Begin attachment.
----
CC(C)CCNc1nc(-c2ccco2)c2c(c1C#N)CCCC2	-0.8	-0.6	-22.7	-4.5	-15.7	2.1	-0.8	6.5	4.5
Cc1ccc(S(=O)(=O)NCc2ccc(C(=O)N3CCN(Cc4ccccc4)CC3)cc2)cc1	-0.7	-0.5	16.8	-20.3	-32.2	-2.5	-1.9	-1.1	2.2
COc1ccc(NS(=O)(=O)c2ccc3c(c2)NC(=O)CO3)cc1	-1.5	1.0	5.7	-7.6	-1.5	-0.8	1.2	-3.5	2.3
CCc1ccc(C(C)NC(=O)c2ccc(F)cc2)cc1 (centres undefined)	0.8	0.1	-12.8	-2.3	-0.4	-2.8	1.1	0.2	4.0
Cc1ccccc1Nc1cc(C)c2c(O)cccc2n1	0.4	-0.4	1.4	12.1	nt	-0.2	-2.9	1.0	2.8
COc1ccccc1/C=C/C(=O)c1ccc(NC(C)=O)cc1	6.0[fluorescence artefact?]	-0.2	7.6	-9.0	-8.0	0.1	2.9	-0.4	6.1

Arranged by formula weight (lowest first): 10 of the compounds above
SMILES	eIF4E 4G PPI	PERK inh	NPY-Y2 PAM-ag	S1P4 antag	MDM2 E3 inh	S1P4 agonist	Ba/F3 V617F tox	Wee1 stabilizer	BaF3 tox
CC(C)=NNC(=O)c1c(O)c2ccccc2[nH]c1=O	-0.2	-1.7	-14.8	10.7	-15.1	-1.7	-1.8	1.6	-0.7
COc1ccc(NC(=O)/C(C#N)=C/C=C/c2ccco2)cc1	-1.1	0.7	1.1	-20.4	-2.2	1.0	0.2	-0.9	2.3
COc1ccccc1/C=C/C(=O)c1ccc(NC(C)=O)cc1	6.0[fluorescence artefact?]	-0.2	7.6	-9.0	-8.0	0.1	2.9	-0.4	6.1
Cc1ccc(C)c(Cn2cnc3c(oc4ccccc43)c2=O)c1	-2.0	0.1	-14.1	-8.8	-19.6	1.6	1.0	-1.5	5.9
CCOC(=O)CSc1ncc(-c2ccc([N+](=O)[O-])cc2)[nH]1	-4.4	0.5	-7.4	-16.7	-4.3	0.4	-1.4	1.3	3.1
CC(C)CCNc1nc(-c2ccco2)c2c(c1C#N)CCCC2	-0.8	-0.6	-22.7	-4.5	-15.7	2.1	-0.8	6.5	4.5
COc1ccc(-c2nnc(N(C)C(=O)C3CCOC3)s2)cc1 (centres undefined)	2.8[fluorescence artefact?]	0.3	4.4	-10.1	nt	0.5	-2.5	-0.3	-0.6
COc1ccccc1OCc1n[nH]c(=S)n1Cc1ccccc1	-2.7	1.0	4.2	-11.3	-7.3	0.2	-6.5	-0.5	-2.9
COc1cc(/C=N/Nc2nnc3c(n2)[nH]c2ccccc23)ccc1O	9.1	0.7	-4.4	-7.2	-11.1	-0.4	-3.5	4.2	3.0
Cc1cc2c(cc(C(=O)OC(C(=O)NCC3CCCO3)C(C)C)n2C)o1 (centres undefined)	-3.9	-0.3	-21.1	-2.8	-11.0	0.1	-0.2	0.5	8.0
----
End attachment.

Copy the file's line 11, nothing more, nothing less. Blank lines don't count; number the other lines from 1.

COc1ccccc1/C=C/C(=O)c1ccc(NC(C)=O)cc1	6.0[fluorescence artefact?]	-0.2	7.6	-9.0	-8.0	0.1	2.9	-0.4	6.1